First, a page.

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July WASDE Report Released

The July 12th WASDE Report was released.

The highlights are:

  • Corn Production Projected 270 Million Bushels Higher
  • Soybean Production Projections Down
  • Higher Cotton Ending StocksWheat Supplies Higher
  • Rice Supplies Lowered
  • Total Meat Production Lowered

Read the full report CLICK HERE.


COARSE GRAINS: U.S. feed grain supplies for 2011/12 are projected higher this month mostly with higher expected beginning stocks and production for corn. Corn beginning stocks are raised 150 million bushels reflecting changes to 2010/11 usage projections. Corn production for 2011/12 is projected 270 million bushels higher based on planted and harvested area as reported in the Acreage report. Feed and residual use for 2011/12 is raised 50 million bushels with larger supplies and lower expected prices. Corn use for ethanol is raised 100 million bushels with larger supplies and an improved outlook for ethanol producer margins. Exports are raised 100 million bushels mostly reflecting increased demand from China. Ending stocks for 2011/12 are projected 175 million bushels higher at 870 million. The 2011/12 season-average farm price for corn is projected at a record $5.50 to $6.50 per bushel, down 50 cents on both ends of the range.
Lower production for the other U.S. feed grains for 2011/12 mostly reflect lower estimated area from the Acreage report, which is partly offset by higher forecast yields for barley. Oats yields are lowered. Domestic use is projected lower for sorghum and oats, and sorghum exports are lowered. Projected farm prices are lowered for sorghum, barley, and oats.
Total U.S. corn use for 2010/11 is projected 145 million bushels lower mostly reflecting the larger-than-expected June 1 stocks estimate. Feed and residual use is lowered 150 million bushels. Ethanol use is raised 50 million bushels with larger supplies and improved ethanol producer margins. Partly offsetting is a 20-million-bushel reduction in use for sweeteners reflecting slower demand from Mexico. Corn exports are lowered 25 million bushels based on the slower-than-expected pace of shipments in recent weeks. Imports are raised 5 million bushels with continued strong shipments from Canada. Ending stocks for 2010/11 are raised 150 million bushels to 880 million. The season-average farm price is projected at $5.15 to $5.35 per bushel compared with $5.20 to $5.50 last month.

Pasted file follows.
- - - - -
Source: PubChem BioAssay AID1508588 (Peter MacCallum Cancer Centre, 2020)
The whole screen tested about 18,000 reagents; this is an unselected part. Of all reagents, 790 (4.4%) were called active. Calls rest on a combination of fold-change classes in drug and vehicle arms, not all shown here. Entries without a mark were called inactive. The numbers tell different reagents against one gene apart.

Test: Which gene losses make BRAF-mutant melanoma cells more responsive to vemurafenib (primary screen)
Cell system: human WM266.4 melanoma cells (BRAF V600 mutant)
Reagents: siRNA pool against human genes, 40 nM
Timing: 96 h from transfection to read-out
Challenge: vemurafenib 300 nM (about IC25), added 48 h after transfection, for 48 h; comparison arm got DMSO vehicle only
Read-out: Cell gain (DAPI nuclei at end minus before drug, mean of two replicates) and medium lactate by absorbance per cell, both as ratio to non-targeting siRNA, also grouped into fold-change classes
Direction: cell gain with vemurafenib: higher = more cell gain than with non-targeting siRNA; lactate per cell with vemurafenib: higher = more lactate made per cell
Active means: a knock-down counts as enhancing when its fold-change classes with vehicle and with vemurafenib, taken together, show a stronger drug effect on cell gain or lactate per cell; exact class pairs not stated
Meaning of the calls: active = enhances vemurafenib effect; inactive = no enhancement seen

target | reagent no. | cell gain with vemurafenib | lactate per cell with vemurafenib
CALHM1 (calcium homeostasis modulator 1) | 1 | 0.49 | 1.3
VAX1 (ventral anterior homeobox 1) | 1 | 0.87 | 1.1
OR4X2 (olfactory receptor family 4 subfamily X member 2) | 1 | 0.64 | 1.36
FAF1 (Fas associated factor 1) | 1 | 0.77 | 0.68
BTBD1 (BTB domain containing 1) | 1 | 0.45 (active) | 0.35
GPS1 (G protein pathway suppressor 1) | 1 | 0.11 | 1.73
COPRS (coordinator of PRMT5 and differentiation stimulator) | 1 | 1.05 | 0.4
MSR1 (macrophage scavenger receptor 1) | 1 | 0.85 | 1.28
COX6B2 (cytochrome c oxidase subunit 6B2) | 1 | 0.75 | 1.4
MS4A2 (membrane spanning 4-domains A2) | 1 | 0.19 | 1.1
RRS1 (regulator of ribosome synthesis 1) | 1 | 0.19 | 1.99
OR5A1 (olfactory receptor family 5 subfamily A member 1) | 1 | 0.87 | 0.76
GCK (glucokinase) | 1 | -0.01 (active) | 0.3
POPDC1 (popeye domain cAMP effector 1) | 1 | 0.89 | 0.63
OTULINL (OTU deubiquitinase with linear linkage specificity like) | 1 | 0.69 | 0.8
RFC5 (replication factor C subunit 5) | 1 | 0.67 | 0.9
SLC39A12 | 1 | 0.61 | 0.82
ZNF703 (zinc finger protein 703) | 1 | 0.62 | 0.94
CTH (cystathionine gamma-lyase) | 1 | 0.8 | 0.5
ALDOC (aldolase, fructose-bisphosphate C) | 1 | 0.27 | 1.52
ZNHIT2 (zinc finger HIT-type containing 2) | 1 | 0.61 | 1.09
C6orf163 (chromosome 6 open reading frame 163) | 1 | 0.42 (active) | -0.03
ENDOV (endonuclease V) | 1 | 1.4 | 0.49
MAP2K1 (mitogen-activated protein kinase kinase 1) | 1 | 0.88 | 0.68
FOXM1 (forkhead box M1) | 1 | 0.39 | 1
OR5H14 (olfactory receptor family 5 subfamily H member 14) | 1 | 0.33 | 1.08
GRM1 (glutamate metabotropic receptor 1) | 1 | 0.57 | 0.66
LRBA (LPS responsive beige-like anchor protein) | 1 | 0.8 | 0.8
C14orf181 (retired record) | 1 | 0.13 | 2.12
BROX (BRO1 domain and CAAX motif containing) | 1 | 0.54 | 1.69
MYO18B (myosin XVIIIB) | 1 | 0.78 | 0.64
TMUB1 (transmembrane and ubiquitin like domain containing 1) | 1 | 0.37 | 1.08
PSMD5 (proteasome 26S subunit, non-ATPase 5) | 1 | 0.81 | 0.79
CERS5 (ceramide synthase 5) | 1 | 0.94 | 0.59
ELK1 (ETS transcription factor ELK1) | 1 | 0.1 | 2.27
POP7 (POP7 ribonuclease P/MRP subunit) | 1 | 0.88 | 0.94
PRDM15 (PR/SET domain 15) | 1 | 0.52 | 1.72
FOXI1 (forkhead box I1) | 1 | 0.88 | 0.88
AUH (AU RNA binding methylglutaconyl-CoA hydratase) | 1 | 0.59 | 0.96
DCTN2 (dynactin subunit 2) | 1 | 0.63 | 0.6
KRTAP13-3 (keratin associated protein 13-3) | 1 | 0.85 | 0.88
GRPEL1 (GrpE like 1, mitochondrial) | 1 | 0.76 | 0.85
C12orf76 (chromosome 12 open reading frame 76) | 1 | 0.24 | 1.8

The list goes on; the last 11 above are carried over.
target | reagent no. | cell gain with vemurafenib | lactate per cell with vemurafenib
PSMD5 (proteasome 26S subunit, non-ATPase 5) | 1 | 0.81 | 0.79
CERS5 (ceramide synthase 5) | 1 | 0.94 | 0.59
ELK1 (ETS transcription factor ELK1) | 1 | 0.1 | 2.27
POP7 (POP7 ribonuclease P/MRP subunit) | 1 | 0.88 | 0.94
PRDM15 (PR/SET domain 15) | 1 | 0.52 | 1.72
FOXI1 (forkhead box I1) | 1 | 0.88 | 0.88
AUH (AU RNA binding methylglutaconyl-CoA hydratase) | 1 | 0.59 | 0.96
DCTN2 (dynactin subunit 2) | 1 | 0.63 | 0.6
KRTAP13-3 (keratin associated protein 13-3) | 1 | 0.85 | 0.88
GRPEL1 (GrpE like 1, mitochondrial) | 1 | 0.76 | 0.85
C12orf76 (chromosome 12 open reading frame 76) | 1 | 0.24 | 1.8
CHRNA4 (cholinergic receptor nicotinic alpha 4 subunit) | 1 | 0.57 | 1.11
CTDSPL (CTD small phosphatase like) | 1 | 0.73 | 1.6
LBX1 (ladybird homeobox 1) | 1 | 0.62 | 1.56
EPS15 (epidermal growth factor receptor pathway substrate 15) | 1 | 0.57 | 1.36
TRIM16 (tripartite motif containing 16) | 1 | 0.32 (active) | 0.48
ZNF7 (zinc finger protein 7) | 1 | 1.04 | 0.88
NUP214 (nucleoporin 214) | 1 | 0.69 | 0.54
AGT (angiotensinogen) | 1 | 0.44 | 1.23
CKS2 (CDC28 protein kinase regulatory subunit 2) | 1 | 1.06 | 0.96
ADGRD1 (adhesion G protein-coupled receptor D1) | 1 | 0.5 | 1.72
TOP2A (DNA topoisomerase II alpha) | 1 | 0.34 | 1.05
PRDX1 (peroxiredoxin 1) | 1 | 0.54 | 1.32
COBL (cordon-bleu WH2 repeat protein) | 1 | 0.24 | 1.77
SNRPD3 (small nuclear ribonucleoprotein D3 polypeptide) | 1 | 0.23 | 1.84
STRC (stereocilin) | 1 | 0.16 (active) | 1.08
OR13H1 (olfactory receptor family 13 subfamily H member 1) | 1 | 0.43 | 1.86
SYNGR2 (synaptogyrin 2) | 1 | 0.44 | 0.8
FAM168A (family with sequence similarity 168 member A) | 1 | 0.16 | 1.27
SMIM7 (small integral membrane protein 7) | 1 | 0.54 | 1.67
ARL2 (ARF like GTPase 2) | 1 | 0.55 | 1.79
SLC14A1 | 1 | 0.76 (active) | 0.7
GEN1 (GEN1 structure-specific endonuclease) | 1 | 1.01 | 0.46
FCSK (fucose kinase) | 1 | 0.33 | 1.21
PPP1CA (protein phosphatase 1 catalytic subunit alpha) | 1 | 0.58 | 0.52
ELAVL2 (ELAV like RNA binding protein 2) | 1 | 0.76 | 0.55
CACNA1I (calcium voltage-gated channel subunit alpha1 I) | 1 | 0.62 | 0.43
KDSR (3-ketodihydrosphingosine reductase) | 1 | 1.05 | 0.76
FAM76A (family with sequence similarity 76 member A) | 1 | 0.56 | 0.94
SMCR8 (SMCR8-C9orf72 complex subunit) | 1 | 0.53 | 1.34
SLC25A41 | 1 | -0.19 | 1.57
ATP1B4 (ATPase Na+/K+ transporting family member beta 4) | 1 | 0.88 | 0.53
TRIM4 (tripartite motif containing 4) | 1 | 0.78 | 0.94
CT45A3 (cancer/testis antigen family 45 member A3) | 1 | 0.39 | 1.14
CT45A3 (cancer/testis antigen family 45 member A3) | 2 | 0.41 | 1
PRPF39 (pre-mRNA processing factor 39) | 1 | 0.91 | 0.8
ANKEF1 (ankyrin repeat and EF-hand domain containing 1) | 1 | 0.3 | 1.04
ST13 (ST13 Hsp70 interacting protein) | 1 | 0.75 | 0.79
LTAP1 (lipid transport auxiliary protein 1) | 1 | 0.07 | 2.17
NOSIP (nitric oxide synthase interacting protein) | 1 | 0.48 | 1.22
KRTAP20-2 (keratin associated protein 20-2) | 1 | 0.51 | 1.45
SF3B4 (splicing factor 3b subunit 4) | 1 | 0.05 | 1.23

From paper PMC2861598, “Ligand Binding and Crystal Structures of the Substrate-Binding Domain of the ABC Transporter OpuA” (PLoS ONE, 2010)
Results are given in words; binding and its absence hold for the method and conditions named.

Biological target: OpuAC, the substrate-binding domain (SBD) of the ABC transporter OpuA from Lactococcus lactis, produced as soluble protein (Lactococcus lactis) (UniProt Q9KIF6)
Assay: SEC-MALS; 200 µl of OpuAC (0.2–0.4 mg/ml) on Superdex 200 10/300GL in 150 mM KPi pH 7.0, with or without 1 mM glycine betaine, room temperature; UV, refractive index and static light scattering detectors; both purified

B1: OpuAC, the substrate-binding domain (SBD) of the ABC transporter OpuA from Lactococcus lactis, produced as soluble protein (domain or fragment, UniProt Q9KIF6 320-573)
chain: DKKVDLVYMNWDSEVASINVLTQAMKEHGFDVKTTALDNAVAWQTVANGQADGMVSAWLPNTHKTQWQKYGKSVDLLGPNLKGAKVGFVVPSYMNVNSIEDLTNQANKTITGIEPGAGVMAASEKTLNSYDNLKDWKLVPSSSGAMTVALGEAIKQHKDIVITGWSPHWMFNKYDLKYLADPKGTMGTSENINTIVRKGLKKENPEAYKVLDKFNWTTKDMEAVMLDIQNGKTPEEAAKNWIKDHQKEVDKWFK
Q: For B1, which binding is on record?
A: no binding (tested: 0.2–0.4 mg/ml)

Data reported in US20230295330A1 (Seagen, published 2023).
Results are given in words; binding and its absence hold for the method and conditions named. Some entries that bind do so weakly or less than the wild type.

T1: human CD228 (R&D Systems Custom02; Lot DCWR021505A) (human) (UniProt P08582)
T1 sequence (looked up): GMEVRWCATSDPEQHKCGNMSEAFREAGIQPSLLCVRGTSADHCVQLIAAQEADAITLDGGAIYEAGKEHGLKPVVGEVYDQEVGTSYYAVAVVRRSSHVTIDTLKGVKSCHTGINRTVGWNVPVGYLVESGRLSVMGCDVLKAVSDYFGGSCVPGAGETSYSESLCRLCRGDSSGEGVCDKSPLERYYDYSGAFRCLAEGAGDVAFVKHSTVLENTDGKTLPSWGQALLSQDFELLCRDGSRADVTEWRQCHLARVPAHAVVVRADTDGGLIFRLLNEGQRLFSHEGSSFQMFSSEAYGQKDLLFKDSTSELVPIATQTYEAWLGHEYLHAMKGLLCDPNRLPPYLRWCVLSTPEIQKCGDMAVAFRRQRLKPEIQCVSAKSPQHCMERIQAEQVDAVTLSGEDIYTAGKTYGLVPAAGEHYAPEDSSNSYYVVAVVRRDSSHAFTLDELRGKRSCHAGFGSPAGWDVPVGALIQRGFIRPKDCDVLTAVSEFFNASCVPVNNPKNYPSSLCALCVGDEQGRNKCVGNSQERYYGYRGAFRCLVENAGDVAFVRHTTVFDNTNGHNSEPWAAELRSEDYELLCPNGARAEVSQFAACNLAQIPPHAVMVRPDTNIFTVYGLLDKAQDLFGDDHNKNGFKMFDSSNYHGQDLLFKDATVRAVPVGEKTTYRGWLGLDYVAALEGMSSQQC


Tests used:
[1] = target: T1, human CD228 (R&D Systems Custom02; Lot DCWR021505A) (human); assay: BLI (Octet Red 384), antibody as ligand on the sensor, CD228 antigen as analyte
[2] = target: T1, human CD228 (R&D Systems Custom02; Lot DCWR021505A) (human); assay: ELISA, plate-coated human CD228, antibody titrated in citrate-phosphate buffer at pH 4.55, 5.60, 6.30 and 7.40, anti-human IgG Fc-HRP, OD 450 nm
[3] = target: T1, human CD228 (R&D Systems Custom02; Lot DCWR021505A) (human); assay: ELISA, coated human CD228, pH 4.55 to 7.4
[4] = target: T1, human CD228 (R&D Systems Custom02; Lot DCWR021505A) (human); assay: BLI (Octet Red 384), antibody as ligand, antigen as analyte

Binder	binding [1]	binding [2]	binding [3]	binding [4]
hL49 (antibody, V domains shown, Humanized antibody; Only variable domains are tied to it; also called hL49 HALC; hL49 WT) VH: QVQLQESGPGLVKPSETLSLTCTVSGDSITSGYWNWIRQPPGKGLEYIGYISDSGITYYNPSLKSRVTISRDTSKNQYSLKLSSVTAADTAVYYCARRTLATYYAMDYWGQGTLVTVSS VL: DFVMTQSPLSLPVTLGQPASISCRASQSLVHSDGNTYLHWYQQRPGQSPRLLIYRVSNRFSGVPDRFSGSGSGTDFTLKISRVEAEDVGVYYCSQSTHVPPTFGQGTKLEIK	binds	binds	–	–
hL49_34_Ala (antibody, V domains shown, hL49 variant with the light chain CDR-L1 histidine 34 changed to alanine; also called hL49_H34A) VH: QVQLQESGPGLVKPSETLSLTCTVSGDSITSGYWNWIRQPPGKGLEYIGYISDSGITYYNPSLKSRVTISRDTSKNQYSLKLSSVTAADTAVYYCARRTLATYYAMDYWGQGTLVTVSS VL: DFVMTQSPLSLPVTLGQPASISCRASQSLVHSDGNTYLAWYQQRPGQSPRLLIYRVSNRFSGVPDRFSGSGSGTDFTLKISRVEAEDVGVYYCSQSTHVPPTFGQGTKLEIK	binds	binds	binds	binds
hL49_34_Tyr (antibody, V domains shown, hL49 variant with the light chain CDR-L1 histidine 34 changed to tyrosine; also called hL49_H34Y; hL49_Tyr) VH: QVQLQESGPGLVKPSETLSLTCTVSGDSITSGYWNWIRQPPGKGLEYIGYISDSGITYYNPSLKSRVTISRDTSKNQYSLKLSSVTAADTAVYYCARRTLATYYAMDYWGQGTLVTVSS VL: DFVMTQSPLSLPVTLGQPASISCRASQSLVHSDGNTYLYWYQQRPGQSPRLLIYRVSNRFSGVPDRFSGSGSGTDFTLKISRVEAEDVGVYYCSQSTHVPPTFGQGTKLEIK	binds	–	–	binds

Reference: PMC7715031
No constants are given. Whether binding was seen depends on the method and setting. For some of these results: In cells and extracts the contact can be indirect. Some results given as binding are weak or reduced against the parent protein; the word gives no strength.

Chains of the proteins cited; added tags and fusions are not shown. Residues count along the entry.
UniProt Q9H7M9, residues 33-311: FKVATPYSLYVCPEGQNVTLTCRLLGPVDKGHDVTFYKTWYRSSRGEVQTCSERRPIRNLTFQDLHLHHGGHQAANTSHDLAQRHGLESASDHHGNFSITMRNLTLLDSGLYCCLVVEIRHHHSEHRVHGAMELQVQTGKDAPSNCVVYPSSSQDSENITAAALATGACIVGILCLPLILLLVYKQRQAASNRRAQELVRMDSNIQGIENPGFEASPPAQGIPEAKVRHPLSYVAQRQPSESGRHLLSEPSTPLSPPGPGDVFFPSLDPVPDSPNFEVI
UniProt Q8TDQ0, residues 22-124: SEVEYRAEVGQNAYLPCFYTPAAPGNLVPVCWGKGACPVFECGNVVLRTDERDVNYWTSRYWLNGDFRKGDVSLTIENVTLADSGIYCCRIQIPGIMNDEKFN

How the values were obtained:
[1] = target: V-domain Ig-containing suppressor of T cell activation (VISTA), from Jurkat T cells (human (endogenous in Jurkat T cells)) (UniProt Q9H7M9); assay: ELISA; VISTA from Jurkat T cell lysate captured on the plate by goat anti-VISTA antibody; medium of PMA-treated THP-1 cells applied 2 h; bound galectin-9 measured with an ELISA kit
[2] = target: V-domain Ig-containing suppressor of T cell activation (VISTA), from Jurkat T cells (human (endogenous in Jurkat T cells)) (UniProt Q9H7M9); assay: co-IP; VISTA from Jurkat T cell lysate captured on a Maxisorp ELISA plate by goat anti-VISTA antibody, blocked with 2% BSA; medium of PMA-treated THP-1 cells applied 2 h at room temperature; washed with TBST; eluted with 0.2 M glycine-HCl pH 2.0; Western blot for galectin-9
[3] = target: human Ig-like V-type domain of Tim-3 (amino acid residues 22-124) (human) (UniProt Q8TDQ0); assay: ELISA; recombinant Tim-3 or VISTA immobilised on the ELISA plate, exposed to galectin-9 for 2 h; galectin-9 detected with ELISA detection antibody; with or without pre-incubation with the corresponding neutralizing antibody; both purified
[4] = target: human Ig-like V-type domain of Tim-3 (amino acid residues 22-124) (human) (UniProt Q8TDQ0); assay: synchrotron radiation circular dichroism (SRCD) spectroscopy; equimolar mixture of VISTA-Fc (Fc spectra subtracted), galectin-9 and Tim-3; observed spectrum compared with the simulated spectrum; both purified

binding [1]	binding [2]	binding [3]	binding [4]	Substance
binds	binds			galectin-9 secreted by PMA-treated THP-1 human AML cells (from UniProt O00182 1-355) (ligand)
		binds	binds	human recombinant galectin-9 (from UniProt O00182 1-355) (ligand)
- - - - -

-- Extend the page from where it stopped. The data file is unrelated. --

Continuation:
Global coarse grain supplies for 2011/12 are projected 10.3 million tons higher mostly on higher corn beginning stocks and production in the United States. Foreign coarse grain beginning stocks changes are mostly offsetting with corn carryin lowered 0.5 million tons for Canada and barley carryin raised 0.2 million tons and 0.3 million tons, respectively, for Argentina and Australia. Foreign corn production is lowered 0.6 million tons. Corn production is lowered 0.5 million tons each for Mexico and Russia, and 0.2 million tons for Canada. Ukraine corn production is raised 0.5 million tons and production for Belarus is raised 0.2 million tons. World barley production is raised 1.3 million tons with production raised 1.0 million tons for Russia, 0.8 million tons for Turkey, 0.4 million tons for EU-27, and 0.2 million tons for Argentina. Partly offsetting is a 1.0-million-ton reduction for Ukraine barley. Canada oats production is lowered 0.4 million tons.
Global corn trade for 2011/12 is raised with higher imports for China. China corn imports are raised 1.5 million tons to 2.0 million reflecting the recently announced sale to China and favorable pricing opportunities for U.S. corn into southern China where growing demand is reducing stocks. Corn exports are lowered 0.5 million tons for Canada and 0.2 million tons each for Mexico and Russia, partly offsetting the U.S. increase. Global corn consumption is raised 5.9 million tons with higher expected feeding in China, the United States, and Ukraine, and higher industrial use expected in the United States and Canada. Global corn ending stocks are projected 3.8 million tons higher with the U.S. increase only partly offset by reductions for Canada and Mexico.